A hepatologist, Dr. Paul Oboro, has prescribed the community pharmacy approach as the best method to track and find missing cases of viral hepatitis in the country.
Speaking to journalists yesterday (July 4, 2022) in Abuja, he said the approach would create access to diagnosing more Nigerians across the country.
Science Nigeria reports that over 18. 2 million Nigerians are infected with viral hepatitis, but awareness, diagnosis, treatment and early reporting of Hepatitis B and C remain low in the country.
Hepatitis is the inflammation of the liver. However, the five most common viral hepatitis are A, B, C, D, and E. Recently, the hepatitis G virus was identified.
While types A and E are transmitted through contaminated food, water, poor hygiene and close contact with carriers of the virus, the B, C and D variants are transmitted through blood, sexual intercourse, bodily fluids, kissing, sharing syringes and blades, and touching wounds of infected persons.
The newest variant, G, is very transmitted like B, C and D.
According to studies, the A and E variants are acute and last for a short time (less than six months), while B, C, D and G may progress to chronicity; more than six months.
Symptoms of viral hepatitis start from the absence of symptoms (asymptomatic)) to mild or moderate features such as jaundice (yellowish discolouration of the skin and eyes), poor appetite, malaise and progressing to chronic liver failure.
Hepatitis remains a disease of public health importance and the mortality rate from both infections was still alarming, despite limited globally progress in addressing the scourge.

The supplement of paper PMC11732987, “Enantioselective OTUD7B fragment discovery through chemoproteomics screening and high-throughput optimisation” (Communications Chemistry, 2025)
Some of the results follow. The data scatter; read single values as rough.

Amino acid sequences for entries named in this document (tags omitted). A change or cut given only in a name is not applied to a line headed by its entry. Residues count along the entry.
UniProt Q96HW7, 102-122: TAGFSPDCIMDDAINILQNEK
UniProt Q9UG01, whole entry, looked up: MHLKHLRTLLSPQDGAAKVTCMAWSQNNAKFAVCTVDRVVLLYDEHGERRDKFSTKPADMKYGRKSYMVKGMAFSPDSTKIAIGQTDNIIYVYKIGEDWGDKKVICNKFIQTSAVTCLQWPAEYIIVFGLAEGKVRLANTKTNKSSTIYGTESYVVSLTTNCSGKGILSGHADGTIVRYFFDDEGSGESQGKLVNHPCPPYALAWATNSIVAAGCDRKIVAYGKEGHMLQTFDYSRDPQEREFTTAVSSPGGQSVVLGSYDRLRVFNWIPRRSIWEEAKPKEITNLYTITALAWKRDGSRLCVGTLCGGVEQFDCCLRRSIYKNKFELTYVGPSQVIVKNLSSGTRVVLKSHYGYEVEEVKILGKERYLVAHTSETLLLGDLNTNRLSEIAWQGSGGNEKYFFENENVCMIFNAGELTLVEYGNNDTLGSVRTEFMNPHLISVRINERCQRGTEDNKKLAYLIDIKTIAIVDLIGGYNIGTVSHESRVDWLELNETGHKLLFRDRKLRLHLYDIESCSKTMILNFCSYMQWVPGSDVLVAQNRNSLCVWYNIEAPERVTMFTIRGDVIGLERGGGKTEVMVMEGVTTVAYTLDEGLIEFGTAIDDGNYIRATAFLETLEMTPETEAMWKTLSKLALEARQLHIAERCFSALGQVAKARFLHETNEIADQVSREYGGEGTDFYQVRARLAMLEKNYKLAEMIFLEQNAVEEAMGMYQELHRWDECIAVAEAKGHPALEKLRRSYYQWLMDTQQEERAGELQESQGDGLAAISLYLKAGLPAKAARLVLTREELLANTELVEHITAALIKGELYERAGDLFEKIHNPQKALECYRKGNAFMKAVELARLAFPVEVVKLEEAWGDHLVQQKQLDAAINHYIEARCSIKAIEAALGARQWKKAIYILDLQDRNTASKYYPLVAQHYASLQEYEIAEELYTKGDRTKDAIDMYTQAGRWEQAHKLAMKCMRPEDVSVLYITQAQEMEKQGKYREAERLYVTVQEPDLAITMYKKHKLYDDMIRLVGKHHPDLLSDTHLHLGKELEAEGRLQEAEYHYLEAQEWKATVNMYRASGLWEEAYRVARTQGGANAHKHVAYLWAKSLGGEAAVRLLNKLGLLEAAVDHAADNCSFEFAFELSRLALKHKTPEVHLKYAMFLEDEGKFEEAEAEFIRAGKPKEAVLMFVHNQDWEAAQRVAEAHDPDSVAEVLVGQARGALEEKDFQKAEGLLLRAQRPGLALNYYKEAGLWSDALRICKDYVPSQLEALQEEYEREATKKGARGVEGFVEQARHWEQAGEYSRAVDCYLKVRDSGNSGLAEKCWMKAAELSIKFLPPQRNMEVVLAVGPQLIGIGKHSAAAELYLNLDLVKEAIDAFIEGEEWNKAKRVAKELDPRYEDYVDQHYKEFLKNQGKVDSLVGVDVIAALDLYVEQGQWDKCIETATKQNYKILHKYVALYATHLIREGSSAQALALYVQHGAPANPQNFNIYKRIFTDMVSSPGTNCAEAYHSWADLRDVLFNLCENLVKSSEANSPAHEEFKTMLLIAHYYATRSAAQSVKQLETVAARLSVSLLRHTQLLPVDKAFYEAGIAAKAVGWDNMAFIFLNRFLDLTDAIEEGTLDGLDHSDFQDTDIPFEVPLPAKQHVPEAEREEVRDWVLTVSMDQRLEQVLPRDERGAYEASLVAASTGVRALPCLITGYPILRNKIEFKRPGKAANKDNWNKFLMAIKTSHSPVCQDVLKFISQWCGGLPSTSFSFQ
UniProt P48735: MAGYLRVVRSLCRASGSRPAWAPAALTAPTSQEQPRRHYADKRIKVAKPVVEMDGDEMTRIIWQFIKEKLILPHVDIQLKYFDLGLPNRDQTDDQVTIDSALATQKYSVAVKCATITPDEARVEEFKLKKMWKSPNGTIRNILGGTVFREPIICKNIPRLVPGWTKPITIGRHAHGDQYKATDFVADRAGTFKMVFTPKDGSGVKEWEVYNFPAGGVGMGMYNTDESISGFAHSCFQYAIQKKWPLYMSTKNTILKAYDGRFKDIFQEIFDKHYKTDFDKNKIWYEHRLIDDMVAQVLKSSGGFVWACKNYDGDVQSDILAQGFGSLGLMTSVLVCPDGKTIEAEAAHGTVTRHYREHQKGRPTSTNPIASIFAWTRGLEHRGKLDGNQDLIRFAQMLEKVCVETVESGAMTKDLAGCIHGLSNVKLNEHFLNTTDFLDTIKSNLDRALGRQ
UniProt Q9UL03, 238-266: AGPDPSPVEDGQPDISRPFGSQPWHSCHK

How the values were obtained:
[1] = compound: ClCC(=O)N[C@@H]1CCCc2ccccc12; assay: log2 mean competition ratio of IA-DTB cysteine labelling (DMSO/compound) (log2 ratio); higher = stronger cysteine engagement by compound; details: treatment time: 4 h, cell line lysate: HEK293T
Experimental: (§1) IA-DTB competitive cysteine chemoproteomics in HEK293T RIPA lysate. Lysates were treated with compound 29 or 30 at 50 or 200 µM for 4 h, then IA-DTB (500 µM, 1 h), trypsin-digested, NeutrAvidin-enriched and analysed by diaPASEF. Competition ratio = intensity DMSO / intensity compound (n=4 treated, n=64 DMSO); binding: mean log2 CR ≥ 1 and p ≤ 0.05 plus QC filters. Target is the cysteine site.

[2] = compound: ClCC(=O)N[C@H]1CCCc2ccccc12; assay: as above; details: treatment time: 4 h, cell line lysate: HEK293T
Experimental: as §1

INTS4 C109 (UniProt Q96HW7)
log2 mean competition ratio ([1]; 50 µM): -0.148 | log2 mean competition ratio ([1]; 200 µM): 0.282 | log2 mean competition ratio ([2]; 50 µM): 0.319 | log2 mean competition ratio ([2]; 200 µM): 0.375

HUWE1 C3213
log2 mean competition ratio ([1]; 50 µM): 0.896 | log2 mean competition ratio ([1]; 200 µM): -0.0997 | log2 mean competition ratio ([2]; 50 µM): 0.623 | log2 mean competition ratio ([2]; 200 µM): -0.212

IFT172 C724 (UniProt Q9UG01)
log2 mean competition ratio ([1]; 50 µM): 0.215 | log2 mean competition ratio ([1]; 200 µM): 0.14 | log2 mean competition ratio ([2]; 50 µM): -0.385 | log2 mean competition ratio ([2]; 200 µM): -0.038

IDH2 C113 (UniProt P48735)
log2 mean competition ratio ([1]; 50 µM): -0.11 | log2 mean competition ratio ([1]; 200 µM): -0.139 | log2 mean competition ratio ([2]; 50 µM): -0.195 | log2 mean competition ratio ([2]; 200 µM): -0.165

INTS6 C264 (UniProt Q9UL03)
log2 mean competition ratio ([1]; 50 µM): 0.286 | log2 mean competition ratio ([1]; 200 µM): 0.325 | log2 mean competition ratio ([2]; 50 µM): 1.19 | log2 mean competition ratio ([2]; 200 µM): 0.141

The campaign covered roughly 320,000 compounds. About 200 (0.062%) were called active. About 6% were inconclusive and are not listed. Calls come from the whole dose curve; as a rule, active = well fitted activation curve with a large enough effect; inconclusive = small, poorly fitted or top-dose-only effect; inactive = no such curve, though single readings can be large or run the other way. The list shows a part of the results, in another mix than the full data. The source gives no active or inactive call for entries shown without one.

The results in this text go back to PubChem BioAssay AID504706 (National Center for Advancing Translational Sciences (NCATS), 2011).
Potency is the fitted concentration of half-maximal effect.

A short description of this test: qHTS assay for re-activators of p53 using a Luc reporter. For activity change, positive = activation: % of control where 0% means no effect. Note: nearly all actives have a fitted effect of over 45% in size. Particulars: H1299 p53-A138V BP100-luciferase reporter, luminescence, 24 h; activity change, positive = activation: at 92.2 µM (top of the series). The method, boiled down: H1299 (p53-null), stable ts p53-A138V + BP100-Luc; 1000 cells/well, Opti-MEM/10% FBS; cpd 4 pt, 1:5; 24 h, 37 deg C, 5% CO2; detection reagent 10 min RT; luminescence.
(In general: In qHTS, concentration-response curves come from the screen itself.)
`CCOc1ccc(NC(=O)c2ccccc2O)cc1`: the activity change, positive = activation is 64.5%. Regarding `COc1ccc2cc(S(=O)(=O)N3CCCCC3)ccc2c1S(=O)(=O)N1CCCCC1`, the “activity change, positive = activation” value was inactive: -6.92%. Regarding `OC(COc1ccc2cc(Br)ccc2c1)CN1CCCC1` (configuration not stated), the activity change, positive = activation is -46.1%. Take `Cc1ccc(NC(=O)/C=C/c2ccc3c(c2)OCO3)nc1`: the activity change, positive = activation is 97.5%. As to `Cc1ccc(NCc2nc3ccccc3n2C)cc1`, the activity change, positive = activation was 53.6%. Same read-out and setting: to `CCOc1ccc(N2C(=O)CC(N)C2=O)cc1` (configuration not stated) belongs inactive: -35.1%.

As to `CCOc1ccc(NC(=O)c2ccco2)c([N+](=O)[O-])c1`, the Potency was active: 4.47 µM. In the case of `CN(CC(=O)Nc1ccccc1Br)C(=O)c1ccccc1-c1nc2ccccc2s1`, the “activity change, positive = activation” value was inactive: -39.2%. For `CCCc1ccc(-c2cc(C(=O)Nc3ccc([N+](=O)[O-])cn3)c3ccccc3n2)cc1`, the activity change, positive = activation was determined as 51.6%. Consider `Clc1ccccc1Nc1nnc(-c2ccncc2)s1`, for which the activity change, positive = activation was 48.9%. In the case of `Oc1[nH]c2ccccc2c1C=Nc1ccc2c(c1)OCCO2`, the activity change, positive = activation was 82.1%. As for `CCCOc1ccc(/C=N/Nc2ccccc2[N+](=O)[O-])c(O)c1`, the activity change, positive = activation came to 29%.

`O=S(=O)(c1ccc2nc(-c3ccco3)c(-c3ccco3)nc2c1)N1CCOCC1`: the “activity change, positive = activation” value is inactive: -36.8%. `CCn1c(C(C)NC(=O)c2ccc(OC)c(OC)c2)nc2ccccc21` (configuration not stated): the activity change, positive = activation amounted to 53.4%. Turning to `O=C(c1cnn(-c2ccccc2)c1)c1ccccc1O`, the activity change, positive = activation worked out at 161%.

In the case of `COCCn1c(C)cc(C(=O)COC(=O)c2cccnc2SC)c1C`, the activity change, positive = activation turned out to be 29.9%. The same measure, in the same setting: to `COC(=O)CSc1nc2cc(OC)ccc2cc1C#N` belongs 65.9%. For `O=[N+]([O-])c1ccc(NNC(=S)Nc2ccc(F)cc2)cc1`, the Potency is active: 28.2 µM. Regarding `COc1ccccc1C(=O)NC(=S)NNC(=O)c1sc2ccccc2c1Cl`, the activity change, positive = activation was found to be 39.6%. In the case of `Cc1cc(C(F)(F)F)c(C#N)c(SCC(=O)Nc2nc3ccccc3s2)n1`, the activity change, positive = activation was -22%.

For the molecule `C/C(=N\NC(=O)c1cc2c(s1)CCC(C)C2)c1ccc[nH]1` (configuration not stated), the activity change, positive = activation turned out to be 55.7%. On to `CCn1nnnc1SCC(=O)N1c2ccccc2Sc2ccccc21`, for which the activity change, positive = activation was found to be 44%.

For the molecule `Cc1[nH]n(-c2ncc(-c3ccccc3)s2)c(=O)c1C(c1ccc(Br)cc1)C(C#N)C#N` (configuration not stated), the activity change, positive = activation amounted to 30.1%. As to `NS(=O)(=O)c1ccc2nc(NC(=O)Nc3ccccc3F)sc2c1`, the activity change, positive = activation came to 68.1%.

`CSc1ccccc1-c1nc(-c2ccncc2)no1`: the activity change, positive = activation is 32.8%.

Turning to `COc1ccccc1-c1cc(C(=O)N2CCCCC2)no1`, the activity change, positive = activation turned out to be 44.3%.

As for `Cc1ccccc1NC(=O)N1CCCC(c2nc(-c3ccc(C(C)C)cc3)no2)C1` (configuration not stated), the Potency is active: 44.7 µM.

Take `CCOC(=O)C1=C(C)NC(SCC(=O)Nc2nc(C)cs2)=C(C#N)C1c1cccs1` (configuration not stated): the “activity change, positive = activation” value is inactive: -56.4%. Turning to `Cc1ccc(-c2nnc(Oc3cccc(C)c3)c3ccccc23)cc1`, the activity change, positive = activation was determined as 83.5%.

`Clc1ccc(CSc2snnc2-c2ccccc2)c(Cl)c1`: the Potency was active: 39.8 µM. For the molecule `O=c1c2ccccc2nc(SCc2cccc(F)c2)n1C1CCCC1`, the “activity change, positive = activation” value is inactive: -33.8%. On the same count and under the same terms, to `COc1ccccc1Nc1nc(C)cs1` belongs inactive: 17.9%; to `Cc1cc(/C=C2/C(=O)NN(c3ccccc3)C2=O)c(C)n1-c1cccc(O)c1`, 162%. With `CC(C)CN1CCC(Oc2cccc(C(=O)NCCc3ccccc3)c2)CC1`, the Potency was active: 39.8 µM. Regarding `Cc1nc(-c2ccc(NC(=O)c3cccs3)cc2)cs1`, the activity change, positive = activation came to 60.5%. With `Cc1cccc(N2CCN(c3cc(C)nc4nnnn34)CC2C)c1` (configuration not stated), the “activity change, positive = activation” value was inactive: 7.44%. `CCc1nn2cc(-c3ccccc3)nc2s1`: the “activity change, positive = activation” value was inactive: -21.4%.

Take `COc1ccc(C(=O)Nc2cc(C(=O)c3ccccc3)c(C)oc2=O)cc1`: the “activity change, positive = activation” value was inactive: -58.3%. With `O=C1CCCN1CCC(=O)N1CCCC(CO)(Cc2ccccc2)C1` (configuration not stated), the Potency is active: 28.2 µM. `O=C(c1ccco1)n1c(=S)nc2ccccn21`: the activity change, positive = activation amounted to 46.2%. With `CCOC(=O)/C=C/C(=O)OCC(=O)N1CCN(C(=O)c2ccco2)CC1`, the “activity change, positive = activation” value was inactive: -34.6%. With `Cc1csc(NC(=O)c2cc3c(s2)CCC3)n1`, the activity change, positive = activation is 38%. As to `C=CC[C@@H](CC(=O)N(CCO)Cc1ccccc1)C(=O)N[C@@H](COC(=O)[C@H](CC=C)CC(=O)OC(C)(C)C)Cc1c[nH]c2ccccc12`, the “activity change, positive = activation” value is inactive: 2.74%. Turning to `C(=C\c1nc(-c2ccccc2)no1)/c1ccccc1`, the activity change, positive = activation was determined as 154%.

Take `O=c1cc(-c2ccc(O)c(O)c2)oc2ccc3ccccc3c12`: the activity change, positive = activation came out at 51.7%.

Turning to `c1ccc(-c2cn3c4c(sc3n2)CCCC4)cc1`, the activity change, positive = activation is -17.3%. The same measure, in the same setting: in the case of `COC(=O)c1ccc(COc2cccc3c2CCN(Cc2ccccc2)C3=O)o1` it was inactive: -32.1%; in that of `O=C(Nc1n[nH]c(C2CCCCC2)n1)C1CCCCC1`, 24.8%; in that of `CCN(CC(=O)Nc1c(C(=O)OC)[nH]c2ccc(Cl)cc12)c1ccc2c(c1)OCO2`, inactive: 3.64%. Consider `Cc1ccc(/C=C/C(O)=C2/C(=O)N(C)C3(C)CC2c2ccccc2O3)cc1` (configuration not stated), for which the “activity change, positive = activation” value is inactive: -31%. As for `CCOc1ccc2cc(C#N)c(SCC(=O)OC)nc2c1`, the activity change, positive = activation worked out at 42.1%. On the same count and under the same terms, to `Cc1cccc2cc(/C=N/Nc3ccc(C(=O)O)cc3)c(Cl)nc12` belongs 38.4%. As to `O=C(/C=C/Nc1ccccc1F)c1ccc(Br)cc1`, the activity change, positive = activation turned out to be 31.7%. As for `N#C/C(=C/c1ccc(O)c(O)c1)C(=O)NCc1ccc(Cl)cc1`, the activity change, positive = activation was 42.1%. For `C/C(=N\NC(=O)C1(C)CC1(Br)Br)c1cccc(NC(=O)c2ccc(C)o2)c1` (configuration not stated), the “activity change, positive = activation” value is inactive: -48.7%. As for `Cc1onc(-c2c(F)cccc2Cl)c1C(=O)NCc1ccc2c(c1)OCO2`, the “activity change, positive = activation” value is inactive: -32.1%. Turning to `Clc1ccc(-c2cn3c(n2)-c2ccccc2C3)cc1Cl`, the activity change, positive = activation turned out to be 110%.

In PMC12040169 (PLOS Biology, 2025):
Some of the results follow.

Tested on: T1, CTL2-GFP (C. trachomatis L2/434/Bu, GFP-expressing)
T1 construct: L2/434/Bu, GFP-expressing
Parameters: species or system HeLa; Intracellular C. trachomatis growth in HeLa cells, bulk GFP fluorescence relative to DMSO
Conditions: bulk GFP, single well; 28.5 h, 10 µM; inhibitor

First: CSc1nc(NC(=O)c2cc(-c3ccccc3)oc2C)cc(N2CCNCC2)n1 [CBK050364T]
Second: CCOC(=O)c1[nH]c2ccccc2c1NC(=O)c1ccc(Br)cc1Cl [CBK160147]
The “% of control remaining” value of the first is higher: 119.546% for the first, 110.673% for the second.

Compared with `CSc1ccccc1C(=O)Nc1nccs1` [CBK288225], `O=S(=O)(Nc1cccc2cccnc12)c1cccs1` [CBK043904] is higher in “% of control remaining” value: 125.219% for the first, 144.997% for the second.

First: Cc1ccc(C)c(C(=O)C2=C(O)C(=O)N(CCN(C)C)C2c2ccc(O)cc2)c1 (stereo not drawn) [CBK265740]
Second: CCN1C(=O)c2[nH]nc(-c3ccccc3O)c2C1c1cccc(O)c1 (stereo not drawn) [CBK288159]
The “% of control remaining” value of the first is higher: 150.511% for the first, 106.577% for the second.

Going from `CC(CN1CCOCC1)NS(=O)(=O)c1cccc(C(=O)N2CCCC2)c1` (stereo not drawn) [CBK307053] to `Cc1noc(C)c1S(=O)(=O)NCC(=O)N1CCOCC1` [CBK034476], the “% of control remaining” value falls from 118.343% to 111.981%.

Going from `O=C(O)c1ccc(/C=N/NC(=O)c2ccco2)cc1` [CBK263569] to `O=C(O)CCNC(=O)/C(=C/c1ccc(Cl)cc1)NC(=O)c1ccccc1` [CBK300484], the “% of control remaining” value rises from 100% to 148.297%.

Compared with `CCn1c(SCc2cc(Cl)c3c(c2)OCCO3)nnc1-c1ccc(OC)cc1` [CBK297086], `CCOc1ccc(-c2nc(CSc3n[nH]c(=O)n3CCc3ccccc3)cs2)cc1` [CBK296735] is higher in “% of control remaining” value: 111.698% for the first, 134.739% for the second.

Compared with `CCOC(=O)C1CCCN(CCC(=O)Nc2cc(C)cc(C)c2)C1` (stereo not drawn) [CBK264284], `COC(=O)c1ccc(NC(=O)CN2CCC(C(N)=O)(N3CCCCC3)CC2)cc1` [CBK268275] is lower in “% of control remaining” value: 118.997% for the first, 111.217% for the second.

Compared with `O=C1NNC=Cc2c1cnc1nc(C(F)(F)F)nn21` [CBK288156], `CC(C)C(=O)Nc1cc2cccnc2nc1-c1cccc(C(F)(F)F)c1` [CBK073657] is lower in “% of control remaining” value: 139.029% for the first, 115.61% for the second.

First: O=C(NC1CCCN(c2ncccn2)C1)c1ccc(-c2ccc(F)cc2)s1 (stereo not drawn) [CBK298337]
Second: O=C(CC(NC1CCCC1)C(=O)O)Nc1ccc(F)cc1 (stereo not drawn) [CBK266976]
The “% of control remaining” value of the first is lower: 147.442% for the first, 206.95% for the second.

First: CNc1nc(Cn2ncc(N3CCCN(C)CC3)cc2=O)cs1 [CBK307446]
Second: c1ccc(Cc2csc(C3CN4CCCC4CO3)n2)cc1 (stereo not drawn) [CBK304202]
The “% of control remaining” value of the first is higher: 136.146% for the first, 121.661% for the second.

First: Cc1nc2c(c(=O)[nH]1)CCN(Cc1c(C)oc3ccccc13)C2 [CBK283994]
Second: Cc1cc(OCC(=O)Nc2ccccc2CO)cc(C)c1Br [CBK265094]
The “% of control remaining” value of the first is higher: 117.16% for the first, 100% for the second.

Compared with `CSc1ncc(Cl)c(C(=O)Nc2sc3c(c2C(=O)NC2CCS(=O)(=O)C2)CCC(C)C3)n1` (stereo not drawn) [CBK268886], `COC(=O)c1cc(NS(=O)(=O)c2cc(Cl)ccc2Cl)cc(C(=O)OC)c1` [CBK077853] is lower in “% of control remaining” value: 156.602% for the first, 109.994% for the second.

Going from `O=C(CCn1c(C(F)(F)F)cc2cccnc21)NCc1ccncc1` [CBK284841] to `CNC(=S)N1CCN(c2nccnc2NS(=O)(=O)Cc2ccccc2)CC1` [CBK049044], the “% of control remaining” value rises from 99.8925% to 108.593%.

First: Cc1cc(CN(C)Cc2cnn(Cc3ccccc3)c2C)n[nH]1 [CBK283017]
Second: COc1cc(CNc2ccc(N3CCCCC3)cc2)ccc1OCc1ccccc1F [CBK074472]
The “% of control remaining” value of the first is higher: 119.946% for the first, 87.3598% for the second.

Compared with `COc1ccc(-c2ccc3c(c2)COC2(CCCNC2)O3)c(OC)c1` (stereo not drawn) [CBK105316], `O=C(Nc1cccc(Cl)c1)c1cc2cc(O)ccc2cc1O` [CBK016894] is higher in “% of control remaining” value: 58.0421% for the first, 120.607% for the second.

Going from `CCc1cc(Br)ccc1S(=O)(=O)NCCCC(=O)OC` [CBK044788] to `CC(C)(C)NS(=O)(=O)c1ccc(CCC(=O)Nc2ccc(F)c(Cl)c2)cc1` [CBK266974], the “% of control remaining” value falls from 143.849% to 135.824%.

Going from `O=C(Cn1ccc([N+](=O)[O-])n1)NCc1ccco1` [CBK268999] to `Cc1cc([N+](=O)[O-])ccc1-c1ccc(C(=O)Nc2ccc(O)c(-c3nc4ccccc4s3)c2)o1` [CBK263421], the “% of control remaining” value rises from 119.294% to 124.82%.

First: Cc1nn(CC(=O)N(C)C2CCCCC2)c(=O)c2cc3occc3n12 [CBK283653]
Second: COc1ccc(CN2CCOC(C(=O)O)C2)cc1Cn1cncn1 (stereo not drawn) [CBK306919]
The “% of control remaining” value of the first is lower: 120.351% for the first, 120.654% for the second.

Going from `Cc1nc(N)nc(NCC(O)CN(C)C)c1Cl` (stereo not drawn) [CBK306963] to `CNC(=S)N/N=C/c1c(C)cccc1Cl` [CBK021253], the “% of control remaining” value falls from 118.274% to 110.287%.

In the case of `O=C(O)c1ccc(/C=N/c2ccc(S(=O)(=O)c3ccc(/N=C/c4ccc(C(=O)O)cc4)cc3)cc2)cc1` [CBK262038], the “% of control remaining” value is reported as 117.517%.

So far, 16 million Nigerians are estimated to be infected with Hepatitis B and 2.2 million with Hepatitis C, representing estimated prevalence rates of 8.1 per cent and 1.1 per cent, respectively.
In 2019, 3.8 per cent of the world’s population were living with chronic Hepatitis B virus infection and 0.75 per cent with it Hepatitis C infection.
Oboro further said that some Nigerians are living with hepatitis infections and do not know it. He prescribed a “simple treatment” for variant C while B is treatable and preventable with a vaccine.
He said that advances in medical technology now mean that the new, direct-acting antivirals (DAAs) enable 95 per cent of people completing a course of treatment to be cured of HCV within eight or 12 weeks of daily tablets.
Oboro advised that the collaboration among public health agencies and pharmacy organisations, with particular emphasis on community pharmacies, should focus on designing and implementing strategies for providing vaccines requiring multiple doses.
He said that this was an essential step to effectively mobilise pharmacists to increase the nation’s capacity to improve HBV immunisation coverage among high-risk populations, including people who inject drugs.
According to him, the implementation of a successful model for providing multi-dose vaccines has the potential to positively impact population health far beyond opioid use disorder alone.
The expert said that creating an effective model for providing the HBV vaccine series in the community pharmacy setting would likely translate to other preventable diseases requiring the administration of a multi-dose vaccine.
He stressed that the urgency to address the needs of people who inject drugs cannot be understated.
“Community pharmacists play a critical role in our nation’s pronged approach to addressing the opioid crisis and must be mobilised to help prevent further increases in acute HBV infection rates across the country,” he said